Tuesday, 13 August 2013


entering the citadel
It is a long way, three hours each way by car, from Hoi An to Huế, a city that was home to the Nguyễn dynasty in Vietnam.

Hue dominated southern Vietnam from the 17th to the 19th century. Apart from tussles with the French, its rulers kept Huế as the national capital until 1945. Many parts of Hue were damaged during the War (1964 – 76) because the Communists launched Tet offensive just down the road.

a palace reception room all gold and red

A resting place tomb and mausoleum for Tu Doc

Now UNESCO has been busy; the area is festooned with World Heritage Sites. Nguyễn emperors built the Citadel, a large, walled site on the north side of the Perfume River. This is a sort of live-in Westfield’s: It had housing for the emperors, concubines, and those close friends as well as places to make, shop and store one’s wealth.

In a light drizzle we drove on to Tự Đức’s tomb and mausoleum. He was one of the last of the Nguyễn clan and blessed with 104 wives. A very private person, he built this place with 10,000 soldiers in four years and then had them all put to death to keep the location a secret.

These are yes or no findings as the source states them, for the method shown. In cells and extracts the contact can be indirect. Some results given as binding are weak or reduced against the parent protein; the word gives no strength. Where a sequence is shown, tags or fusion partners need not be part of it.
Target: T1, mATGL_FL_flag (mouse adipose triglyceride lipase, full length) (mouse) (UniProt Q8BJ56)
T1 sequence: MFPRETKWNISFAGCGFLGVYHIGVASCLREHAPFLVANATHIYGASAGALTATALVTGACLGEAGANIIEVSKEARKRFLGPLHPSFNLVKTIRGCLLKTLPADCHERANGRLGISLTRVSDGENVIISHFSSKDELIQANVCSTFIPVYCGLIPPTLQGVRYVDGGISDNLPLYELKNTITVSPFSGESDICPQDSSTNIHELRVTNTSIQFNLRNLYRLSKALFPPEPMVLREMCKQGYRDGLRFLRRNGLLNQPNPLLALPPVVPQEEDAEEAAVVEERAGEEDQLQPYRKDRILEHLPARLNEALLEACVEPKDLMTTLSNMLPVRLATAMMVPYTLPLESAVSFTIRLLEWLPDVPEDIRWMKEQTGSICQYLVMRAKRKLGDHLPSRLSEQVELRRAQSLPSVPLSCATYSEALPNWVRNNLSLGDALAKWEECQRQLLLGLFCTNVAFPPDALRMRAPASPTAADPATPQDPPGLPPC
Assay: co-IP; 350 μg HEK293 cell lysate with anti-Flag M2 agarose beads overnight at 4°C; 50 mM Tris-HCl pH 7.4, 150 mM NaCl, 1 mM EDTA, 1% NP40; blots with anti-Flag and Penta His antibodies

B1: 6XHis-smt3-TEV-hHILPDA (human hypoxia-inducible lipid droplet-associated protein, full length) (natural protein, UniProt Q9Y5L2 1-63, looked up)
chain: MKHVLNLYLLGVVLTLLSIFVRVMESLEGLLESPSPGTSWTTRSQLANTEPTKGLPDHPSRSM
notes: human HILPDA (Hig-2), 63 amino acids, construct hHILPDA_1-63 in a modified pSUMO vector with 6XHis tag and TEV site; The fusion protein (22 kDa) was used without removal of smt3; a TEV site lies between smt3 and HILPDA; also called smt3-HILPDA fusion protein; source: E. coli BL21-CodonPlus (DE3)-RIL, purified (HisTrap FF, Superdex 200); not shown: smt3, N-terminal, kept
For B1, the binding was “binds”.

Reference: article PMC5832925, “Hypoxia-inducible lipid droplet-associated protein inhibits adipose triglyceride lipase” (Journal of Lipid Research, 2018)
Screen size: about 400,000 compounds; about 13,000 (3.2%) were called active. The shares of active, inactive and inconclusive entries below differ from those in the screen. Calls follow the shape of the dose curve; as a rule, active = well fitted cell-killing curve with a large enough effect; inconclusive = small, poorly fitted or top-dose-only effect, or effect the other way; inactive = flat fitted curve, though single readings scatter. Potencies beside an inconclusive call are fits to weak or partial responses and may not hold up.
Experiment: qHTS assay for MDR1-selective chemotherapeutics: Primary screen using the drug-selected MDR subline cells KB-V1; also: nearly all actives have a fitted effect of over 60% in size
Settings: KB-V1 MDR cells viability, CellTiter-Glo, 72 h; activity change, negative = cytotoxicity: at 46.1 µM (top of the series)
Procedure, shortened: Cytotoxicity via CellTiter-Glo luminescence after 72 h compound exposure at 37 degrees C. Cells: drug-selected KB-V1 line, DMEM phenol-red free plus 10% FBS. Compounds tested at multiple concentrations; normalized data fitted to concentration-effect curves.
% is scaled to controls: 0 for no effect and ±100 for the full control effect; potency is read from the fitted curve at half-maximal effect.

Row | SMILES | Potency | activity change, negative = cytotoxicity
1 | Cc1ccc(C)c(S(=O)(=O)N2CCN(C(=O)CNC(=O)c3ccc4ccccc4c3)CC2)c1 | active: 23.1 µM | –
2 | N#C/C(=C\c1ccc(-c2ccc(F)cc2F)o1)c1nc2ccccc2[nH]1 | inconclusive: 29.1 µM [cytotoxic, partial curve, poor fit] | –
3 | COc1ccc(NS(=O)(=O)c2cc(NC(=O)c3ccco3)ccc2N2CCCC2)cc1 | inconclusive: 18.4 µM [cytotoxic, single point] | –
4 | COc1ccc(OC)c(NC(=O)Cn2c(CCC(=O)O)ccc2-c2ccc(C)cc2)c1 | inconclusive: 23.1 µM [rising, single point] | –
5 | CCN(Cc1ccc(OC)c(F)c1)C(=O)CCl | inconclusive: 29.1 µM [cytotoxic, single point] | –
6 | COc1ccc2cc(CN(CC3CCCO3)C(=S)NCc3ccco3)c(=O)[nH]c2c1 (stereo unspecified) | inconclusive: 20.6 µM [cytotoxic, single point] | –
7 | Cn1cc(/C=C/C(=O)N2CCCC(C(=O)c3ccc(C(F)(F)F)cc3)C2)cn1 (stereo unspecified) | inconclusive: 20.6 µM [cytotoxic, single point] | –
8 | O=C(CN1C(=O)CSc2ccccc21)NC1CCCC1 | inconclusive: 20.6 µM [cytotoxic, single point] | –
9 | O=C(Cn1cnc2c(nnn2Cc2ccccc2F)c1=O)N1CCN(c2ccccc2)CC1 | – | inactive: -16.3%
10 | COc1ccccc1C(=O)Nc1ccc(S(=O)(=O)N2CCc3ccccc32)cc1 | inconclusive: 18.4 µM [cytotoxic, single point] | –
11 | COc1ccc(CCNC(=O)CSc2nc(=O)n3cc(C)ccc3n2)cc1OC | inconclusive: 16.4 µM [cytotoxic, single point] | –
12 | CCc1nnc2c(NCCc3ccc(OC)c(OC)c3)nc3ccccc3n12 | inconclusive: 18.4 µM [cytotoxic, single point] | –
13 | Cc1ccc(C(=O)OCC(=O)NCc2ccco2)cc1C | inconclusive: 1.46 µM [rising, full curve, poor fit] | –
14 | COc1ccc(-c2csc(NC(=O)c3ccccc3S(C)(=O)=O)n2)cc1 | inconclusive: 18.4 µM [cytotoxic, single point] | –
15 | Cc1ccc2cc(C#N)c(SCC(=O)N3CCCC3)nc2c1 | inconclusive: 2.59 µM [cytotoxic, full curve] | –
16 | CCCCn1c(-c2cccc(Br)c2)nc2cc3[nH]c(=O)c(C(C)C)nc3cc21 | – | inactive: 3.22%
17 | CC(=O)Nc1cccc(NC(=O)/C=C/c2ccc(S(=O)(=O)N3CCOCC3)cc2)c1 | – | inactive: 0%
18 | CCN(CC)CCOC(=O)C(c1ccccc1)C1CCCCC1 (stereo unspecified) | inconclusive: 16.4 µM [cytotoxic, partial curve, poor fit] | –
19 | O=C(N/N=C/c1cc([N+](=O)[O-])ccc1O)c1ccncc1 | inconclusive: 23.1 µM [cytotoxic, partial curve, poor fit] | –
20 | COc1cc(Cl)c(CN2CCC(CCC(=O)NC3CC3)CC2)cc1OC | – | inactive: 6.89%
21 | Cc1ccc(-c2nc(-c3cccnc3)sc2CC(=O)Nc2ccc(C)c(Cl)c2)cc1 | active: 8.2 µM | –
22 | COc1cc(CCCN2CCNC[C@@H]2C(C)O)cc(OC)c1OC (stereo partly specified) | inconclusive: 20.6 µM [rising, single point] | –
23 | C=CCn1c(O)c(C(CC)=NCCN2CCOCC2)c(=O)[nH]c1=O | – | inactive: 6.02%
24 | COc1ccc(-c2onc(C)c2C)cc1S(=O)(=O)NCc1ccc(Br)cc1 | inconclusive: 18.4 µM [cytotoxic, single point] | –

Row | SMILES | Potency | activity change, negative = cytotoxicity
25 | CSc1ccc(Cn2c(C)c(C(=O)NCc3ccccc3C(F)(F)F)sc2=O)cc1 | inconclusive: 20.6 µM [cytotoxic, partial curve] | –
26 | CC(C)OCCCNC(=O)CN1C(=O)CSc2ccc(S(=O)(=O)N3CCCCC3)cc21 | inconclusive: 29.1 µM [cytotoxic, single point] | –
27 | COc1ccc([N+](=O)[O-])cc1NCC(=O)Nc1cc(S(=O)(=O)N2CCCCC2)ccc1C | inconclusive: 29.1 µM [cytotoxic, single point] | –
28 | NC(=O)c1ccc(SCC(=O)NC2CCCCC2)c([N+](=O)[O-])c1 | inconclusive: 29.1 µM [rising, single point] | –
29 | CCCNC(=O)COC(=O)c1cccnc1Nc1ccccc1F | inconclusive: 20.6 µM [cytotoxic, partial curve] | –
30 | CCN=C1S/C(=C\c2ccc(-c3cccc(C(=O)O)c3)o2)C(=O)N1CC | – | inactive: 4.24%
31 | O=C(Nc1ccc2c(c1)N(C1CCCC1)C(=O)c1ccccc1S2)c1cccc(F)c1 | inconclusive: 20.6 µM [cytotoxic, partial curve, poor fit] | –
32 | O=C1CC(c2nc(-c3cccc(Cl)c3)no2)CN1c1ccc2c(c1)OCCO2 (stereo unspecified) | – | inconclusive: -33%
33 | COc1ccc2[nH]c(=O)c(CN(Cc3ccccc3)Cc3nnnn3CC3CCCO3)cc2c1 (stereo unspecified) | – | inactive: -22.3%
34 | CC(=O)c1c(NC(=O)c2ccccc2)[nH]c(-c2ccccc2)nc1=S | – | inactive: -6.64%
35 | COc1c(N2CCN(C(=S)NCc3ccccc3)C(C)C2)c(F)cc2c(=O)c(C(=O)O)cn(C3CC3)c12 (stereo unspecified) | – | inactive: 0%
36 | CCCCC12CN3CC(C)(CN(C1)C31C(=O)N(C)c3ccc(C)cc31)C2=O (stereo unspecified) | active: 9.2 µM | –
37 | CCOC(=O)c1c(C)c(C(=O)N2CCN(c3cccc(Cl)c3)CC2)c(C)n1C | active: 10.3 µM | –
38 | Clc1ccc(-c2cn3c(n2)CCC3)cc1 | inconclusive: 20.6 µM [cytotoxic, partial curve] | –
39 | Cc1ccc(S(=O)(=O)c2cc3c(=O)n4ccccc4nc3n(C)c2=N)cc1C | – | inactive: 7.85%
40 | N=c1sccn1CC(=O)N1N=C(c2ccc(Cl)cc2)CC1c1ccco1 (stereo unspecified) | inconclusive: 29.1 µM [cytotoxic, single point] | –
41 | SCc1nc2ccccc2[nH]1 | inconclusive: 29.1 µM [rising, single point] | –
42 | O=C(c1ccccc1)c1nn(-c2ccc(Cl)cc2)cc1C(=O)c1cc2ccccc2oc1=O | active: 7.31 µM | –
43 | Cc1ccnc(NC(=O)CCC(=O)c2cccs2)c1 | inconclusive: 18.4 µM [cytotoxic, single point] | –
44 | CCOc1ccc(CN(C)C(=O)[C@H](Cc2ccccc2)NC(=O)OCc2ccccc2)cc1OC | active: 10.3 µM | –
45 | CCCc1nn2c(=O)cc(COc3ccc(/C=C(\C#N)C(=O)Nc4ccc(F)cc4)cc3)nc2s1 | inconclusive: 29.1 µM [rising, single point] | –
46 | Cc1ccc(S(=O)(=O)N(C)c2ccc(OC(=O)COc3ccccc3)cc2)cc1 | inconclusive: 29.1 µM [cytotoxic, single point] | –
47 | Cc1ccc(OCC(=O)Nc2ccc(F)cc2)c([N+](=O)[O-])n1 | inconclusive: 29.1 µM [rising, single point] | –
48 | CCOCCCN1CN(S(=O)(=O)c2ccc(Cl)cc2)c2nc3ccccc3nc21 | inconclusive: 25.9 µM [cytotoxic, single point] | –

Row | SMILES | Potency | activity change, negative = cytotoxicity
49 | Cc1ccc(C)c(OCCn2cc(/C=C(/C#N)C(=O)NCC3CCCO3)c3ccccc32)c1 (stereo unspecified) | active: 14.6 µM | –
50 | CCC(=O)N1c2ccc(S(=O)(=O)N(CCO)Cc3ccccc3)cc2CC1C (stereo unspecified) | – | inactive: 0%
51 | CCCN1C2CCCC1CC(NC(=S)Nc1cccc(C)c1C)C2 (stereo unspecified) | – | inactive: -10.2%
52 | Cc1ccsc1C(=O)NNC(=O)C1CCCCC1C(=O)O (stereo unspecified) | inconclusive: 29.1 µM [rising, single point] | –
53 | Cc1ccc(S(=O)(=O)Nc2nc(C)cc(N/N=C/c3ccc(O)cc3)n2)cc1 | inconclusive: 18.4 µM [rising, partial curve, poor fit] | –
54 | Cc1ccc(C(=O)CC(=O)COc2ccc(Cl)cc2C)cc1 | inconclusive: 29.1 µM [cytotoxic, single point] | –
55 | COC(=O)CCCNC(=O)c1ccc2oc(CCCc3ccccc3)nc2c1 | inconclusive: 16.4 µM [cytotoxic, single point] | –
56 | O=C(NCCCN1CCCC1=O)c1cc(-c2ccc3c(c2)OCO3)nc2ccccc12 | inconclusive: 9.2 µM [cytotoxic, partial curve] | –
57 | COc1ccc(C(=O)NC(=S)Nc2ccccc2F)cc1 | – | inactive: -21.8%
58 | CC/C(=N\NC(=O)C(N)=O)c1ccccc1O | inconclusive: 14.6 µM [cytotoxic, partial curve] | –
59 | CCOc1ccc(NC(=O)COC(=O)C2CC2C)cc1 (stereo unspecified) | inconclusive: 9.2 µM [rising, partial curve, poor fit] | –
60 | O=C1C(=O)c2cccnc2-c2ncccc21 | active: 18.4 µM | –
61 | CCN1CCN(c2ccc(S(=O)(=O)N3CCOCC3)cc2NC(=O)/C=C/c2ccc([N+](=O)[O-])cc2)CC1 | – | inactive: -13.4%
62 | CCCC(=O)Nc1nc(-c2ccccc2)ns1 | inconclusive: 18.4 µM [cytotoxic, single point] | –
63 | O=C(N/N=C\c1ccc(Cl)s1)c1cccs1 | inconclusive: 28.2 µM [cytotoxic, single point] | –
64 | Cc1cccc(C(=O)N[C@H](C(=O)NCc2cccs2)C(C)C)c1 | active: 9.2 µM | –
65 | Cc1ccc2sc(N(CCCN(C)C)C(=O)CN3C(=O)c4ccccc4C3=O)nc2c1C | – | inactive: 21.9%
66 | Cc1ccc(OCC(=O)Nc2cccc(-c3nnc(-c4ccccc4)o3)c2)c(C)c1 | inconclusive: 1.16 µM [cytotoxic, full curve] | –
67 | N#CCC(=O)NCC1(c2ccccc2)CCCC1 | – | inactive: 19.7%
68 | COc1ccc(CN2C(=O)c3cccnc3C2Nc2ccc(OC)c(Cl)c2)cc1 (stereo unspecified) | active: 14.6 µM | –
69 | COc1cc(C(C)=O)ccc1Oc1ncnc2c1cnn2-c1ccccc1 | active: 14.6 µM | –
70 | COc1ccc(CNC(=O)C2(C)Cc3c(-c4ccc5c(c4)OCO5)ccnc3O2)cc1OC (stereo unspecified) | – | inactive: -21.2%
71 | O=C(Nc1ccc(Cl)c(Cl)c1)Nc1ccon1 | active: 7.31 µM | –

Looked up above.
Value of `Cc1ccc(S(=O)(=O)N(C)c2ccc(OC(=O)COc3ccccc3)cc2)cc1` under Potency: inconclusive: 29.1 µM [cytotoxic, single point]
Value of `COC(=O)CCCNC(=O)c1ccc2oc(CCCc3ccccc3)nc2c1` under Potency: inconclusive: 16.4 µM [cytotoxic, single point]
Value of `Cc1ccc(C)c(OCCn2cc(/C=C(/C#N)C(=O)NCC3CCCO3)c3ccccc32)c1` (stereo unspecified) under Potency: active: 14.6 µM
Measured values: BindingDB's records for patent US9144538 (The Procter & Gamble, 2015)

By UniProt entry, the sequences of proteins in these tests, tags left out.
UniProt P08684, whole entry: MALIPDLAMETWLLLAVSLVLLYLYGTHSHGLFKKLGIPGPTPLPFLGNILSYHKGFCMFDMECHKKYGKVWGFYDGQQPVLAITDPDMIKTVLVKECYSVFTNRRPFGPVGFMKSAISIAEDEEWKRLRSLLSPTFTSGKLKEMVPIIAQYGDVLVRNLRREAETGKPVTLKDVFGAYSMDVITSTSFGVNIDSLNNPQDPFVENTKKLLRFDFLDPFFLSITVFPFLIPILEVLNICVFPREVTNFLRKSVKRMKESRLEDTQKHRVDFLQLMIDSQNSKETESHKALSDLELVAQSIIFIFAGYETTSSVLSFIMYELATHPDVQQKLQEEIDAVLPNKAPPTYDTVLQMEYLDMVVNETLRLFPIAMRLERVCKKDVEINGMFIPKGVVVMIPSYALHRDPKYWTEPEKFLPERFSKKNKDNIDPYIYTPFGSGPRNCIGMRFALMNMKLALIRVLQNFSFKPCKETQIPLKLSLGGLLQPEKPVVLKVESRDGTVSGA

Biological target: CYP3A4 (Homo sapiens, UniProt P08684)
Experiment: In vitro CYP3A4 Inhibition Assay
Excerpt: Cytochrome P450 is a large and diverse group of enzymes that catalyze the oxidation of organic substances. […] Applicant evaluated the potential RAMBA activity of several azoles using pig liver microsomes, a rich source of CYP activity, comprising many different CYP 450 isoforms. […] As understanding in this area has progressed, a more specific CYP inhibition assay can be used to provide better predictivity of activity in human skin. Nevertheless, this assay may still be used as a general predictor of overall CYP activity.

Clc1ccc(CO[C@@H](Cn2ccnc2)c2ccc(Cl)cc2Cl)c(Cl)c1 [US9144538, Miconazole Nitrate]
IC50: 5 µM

Burial Chamber with spirits guarding 

The arresting Thiên Mụ Pagoda is the largest in Huế and with its seven stories is one of the biggest in Vietnam. It is the official symbol of the city and sits on the northern bank of the Perfume River. It was raining hard when we arrived and with difficulty I was just able to draw it in my book. I left the place very wet and somewhat grumpy as a stallholder nearby where we were parked tried to charge me to use the WC.

We regained our driver and then made the long journey back into the Hai Van Pass.

This was part of a wonderful two-week stay in Vietnam in July, we were based in Hoi An, half way up the countries long and exciting coast, about 1000 km north of Ho Chi Min City (Saigon).

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Thank you very much for your comments - Tim